to the mill, check it out. (upbeat music) – So this is brewhouse
one, this is 110 barrel brewhouse, so about every
three hours, we’re starting a batch that’s gonna end up
as 110 barrels of beer. – Yeah. – It was custom made for us by Steinecker in Germany in
2012, brought over here on boats and we built
this building around it. – It’s very clean. – Yeah, thank you, we pride ourselves on keeping it
really, really clean. – So can I touch this? – No, you cannot
touch these vessels. (laughing) – So what are these
massive tanks here? – We have a five
vessel brewhouse. Our wet mill is actually
under that vessel, that’s our grist case, our
mash tun, our water tun, our kettle and our whirlpool. From here, once
we make the wort, we’re gonna send it
over to the cellar and pitch yeast into it
so let’s check it out. (upbeat music) – So welcome to the yeast room, from our brewhouse, we
send wort all the way across the building 300
yards into this valve nest– – Wow. – The same automation that
controls our brewhouse, controls this valve nest and all the machinery in
this room, where we grow yeast, store
yeast, and pitch yeast. – And this is all controlled through this
computer system here? – That’s right, the
same software that controls our brewhouse, also
controls the yeast room. – All right so, once the
yeast is pitched, then what? – To put yeast in the wort,
we’re going to send it to one of the cellars,
let’s check out cellar two. – Love it. – This is the big cellar,
or our outdoor cellar, we have 12 660, 880
barrel tanks in this room, so they’re really big and they
stick out above the building, that’s why they call
it the outdoor cellar. – So these are the bottoms
and they go really high? – That’s right, they go about four stories
up in the air. – Wow. – Yep, so there’s
about 12 thousand 12 ounce bottles in
one of these 660’s. – I know you have a big state of the art
canning line, too. – Yep, we sure do and it’s right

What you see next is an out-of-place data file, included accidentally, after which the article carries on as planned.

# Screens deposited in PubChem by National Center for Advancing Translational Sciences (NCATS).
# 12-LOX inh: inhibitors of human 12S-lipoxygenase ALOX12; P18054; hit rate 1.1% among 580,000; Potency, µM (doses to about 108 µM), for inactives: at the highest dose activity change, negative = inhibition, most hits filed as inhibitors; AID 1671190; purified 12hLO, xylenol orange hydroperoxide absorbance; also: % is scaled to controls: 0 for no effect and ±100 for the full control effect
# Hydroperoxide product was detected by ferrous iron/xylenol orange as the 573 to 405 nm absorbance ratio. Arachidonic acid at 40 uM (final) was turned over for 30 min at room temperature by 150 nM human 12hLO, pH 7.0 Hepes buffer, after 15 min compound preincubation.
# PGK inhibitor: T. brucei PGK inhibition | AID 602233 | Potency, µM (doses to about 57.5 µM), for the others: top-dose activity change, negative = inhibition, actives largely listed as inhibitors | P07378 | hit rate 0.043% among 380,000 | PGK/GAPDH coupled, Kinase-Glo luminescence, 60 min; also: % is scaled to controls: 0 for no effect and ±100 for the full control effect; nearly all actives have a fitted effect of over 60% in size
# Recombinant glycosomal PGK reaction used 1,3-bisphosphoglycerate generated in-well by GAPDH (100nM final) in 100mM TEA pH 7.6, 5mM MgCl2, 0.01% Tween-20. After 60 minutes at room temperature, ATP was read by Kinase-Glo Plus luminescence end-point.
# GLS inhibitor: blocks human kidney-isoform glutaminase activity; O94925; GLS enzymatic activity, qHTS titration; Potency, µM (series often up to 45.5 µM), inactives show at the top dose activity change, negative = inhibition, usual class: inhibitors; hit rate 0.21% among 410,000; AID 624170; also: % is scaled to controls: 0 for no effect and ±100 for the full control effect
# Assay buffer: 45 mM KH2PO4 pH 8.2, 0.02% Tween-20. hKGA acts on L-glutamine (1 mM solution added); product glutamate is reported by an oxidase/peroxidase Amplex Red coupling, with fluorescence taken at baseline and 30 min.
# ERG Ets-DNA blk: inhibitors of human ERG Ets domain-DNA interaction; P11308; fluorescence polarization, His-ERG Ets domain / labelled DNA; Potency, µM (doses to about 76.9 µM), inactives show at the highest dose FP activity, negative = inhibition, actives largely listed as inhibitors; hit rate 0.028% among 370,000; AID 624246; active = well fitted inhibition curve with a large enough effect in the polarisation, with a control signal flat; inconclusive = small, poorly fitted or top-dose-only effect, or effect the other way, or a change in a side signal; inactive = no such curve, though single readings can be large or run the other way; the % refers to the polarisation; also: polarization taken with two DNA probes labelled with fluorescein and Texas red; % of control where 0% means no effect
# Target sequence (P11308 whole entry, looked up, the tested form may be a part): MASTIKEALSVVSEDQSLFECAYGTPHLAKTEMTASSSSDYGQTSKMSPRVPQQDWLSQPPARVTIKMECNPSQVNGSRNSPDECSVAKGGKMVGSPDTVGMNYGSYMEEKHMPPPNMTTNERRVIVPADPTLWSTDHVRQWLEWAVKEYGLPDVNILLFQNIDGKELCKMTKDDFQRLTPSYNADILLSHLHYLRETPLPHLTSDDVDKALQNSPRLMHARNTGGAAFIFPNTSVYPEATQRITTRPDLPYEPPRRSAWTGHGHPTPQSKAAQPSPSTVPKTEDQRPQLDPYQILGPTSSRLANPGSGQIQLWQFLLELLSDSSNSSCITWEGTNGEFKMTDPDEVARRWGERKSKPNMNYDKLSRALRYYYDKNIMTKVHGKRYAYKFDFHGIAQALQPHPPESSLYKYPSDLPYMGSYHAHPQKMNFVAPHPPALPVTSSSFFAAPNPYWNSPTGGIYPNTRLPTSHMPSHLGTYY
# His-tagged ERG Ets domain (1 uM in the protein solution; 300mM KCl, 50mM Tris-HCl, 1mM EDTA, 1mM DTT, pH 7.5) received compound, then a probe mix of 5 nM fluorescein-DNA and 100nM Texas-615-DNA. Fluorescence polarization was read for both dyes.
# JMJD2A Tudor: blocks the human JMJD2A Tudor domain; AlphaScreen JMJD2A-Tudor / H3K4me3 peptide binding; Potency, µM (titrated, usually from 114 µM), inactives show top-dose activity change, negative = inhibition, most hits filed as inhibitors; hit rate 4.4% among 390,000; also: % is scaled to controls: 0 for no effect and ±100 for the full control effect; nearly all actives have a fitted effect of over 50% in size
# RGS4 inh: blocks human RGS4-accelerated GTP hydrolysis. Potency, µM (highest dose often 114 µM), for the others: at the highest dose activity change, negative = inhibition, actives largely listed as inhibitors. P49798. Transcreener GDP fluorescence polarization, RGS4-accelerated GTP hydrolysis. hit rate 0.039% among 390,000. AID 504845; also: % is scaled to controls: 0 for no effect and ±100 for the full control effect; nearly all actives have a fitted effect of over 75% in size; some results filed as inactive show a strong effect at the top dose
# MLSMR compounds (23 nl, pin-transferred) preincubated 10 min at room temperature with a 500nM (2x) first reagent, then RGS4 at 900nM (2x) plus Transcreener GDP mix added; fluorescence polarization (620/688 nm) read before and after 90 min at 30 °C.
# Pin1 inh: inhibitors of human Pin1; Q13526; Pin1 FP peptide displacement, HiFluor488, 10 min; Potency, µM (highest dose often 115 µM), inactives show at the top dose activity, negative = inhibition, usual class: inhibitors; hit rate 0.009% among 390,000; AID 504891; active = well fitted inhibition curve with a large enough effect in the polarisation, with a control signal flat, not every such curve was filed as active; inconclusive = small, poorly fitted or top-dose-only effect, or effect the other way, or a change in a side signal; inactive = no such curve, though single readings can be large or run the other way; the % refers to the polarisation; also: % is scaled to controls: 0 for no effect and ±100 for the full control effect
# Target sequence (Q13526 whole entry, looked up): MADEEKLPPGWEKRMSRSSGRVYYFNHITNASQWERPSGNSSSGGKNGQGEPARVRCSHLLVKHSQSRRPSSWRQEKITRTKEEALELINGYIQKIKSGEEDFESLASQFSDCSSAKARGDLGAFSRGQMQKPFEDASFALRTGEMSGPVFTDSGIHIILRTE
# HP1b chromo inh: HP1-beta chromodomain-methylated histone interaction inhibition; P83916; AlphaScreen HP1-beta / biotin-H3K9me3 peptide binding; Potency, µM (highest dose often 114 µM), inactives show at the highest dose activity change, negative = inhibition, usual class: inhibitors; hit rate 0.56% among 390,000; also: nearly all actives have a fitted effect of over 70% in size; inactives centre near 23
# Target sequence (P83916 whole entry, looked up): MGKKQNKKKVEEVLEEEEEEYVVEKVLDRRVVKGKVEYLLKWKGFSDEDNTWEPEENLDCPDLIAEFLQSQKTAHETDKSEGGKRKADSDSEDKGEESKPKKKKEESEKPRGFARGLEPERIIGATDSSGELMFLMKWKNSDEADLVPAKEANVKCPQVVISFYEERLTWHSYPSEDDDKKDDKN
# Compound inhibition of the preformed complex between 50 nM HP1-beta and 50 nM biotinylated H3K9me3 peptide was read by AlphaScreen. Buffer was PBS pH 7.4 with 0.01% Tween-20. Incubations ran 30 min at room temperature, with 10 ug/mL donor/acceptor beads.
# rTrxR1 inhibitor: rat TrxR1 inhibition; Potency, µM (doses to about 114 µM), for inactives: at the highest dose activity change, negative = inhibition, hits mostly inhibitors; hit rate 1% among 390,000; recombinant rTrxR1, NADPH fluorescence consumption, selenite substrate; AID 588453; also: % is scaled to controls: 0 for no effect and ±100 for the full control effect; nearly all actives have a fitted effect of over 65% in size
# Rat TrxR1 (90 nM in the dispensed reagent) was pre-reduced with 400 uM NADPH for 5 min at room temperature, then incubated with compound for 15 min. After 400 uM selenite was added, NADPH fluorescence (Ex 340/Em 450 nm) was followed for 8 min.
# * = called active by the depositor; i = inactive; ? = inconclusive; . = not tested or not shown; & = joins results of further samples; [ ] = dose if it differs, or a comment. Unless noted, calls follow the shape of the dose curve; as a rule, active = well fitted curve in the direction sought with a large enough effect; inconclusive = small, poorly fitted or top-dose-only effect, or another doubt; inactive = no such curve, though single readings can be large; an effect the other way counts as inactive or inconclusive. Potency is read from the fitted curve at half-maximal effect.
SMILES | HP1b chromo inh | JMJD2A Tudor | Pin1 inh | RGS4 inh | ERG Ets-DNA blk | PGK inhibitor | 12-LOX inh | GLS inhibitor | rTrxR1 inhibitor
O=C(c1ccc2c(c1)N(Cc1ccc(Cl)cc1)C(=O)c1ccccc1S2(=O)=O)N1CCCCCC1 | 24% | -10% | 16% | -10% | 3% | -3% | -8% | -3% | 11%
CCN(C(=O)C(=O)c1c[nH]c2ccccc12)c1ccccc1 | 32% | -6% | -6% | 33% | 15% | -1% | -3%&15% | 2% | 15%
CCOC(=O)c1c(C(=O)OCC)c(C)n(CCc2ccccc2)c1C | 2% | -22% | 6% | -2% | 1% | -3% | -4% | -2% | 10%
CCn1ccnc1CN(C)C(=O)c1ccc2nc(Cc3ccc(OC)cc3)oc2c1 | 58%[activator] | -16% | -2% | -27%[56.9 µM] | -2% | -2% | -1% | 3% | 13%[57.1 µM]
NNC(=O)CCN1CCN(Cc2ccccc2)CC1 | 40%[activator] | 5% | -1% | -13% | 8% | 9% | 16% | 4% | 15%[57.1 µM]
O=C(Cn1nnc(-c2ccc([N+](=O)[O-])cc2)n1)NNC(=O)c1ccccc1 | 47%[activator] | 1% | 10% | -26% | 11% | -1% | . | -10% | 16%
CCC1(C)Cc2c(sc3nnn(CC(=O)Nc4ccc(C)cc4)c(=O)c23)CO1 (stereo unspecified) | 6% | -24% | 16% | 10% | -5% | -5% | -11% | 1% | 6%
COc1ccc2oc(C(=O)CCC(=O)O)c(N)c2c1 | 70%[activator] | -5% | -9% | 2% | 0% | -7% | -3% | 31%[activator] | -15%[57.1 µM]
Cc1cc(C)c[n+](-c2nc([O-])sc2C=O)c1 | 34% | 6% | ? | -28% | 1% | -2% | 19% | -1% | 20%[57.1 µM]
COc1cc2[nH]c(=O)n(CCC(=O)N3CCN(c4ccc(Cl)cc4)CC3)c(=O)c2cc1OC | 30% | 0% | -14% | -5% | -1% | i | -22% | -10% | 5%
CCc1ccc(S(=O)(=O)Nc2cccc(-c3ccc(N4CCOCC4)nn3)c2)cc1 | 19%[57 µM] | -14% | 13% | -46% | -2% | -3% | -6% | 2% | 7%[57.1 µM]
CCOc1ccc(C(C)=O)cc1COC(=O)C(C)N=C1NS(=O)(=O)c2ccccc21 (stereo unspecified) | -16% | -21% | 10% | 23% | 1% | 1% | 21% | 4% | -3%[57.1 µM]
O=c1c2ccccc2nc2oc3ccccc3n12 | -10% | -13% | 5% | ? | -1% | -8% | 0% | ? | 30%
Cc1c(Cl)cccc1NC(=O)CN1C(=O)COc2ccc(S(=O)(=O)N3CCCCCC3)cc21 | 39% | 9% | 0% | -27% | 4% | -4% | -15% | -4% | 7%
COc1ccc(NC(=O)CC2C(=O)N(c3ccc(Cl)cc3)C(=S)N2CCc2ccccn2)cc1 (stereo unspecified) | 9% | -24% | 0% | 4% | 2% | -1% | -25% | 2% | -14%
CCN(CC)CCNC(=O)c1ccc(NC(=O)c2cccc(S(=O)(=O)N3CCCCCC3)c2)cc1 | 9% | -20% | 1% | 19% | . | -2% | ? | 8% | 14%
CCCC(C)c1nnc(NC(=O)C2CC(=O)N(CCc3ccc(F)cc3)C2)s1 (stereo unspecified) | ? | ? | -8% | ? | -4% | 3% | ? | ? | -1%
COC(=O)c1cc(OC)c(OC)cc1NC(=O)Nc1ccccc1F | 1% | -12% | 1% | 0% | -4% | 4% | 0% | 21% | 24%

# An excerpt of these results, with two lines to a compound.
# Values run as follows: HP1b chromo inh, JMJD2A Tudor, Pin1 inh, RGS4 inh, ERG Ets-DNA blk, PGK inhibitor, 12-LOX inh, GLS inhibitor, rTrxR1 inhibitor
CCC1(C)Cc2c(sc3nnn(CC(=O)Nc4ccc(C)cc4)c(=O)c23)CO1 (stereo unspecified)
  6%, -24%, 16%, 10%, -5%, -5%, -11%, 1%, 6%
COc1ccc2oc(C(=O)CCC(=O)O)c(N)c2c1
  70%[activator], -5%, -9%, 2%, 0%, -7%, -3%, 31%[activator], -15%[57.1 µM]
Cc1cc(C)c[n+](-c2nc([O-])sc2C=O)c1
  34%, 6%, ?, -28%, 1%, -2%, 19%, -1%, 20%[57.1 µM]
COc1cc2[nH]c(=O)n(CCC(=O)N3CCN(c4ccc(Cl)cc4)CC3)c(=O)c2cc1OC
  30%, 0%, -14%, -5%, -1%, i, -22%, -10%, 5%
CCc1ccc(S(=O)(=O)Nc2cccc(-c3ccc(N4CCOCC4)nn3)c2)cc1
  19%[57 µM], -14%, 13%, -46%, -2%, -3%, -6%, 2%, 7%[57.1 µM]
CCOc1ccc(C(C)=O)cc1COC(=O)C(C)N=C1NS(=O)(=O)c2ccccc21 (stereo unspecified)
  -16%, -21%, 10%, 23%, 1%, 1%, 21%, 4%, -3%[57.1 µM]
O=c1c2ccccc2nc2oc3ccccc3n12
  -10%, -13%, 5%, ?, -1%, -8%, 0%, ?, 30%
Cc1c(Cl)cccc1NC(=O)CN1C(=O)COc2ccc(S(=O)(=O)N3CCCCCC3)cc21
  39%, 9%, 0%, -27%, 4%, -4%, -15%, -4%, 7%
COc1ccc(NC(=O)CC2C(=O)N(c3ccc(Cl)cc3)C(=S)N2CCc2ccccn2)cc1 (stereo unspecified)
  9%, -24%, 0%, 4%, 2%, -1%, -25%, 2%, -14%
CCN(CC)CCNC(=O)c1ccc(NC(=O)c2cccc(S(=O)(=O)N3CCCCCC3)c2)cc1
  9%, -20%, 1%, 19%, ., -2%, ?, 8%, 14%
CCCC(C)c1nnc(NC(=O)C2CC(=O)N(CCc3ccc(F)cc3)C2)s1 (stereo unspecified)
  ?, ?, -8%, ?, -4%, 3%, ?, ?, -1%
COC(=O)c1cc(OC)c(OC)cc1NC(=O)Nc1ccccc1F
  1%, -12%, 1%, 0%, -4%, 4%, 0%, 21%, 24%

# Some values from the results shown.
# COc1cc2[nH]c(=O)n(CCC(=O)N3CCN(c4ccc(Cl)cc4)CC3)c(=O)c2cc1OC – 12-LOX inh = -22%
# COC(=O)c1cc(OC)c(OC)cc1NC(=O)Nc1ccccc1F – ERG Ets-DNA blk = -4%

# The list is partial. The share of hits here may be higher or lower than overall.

in the next room over here. – Let’s go take a look. – Let’s check it out. – Welcome to the can line, Matt. – Wow, this thing is
really big and really loud. – Yeah, it sure is,
we’re scrambling right now to keep up with over pack. Our 15 can variety
pack that has three different cans of five
different beers in it. – So this is pilsner
that you’re canning now? – This is pilsner right now and we’re packaging it
into these open 30 pack trays, which are
then sent off to a third party to mix
into the variety pack. – What percentage of your
beer is being sold in cans? – We’re about 15%
cans right now, about 50% bottles and 35% draft. – And the can is growing or not? – Yep, can’s are
definitely growing, mainly driven by that over
pack can variety pack. – Gotcha, well thank you so much for showing
me around today! – Yeah! – This is a really
impressive facility! – Sure, thanks for coming
out, loved having ya. – Thanks, man. – All right, cheers. – Cheers, indeed.
Before we left, Matt took good care of our
crew with fresh samples. Yeah, right off the line! Nothing more refreshing
than the perfect pilsner, but this wasn’t the last sample
I enjoyed at Southern Tier. We’re back in the tap
room and I’m about to have an experience not many
people are going to get, Phin is gonna give me a guided tasting of three of their beers. So what do we have here? – We have our IPA,
our Nu Skool IPA, and we also have our
3 Citrus Peel Out. – All right, I know I like this IPA so let’s start there. – Yep, so this is legacy beer, we’ve been making
this since 2003, it’s a little bit more malty, very pronounced
bitterness, and it’s kind of got your classic C hops: Cascade, Centennial, Columbus. Very balanced beer. – Yeah that to me, that’s what I think of as like a
classic IPA of the region. – So the next beer that we have is Nu Skool IPA, 60
IBU’s, it’s 6% alcohol, it’s a smoother
beer, dryer finish, not as malty, the hops
that we use in this are more tropical, so we
have Ekuanot, Mosaic, and those hops are very
pineapple, passion fruit. – And just to be
clear, those are notes that we’re getting from
the hops, no fruit is added. – There is no fruit in
Nu Skool, that tropical flavor is all coming from
the pedigree of hops. So where this has two and
a half pounds per barrel, this is about four pounds
per barrel, and you know I love them both,
I go old school and I go Nu Skool all the time. (laughing) We also have our
3 Citrus Peel Out, which is a summer innovation, it pushes the envelope
of flavor, extremely
citrus forward, 8% alcohol, sparkling
clean, and also something that could potentially
drift between the lines of beer and cocktails. – It does taste
like a mimosa to me, it even finishes
dry, it’s got like a vinous wine quality in
the way it finishes to me. – Yep, I mean, definitely
people that are more wine drinkers
than IPA drinkers can identify with this product. – Sure. – It’s good boat beer, we like boat beer here in
Chautauqua county. (laughing) – Well, thank you
so much for showing these to me, I’ve been
following your story from the city, but it’s
really great to meet you, it must be great edifying
to see how far you’ve come. – It is, it’s rewarding, but
the most rewarding thing is it’s never felt like a job,
it’s always been a hobby. – Amazing. – A big hobby. (upbeat music)